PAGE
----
This is a demanding book that assumes a fair bit of philosophical background. It is immensely stimulating and often provides very fresh readings of the Pauline text. So, when Phil 2:15 is read in the light of 1 Cor 15, Engberg-Pedersen argues that we are to understand that the latter text pictures those who are resurrected as no longer merely shining like stars but actually becoming stars (p. 43).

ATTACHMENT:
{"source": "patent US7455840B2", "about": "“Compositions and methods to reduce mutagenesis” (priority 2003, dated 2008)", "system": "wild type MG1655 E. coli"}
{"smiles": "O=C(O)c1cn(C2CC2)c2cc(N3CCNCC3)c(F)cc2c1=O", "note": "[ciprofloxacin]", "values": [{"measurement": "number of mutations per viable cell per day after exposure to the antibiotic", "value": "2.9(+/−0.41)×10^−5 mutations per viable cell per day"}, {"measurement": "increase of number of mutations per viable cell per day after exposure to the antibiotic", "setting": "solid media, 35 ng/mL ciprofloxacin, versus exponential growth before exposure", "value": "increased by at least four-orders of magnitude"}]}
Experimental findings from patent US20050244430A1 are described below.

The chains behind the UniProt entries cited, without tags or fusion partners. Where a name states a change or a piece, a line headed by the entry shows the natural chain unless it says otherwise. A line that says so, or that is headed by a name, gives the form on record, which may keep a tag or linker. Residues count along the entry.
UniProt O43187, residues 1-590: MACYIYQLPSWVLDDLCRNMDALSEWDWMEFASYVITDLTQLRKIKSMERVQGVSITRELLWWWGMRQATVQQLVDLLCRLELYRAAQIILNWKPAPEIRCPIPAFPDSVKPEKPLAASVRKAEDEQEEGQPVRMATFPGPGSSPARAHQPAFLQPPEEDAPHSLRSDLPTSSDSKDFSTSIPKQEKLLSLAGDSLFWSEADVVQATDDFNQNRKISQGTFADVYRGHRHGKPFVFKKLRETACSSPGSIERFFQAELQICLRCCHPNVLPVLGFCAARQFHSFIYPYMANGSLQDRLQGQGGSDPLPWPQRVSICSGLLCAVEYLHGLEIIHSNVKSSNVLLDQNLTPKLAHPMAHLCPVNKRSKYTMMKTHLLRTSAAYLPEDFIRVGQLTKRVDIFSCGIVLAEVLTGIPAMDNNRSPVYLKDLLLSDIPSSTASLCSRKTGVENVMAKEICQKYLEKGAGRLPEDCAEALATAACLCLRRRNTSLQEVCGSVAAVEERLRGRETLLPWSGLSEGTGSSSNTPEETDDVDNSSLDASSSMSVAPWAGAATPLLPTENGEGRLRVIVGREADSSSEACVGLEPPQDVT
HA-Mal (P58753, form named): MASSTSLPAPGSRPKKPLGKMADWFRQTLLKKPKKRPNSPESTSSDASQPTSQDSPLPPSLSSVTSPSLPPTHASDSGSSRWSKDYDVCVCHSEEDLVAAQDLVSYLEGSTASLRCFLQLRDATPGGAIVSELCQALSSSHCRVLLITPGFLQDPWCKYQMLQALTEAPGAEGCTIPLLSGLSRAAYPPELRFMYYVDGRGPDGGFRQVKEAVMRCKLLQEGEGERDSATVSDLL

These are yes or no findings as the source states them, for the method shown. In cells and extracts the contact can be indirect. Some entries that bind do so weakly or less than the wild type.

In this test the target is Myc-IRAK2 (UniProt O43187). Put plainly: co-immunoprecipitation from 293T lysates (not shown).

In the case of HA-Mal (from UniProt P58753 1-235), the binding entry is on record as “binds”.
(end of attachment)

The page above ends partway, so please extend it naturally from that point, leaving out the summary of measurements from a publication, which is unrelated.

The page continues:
Volker Rabens’s book, however, challenges many of the central concerns of Engberg-Pedersen. (Rabens interacts with Engberg-Pedersen’s volume as well as his earlier articles.) Rabens’s study expands his PhD dissertation completed at London School of Theology. The central concern of the book is to determine Paul’s understanding of the role of the Spirit in the ethical life of the believer. In reviewing the last 140 years of scholarship in this question (extensively detailed in a fifty-page appendix), Rabens observes a spectrum. On one end, scholars stress the ‘pneumatological indicative’ whereby the Spirit actually drives the believer (e.g., Gunkel). The other end of the spectrum sees the Spirit making believers aware of their salvation by which they are enabled to realize the ethical imperative by their own power (e.g., Stadler). Within this spectrum, one major area of discussion has concerned the nature of the believer’s transformation accomplished by the Spirit. Recently (since Gunkel), the idea that the Spirit is a heavenly substance that transforms humans substantially(or ontologically) has dominated the discussion.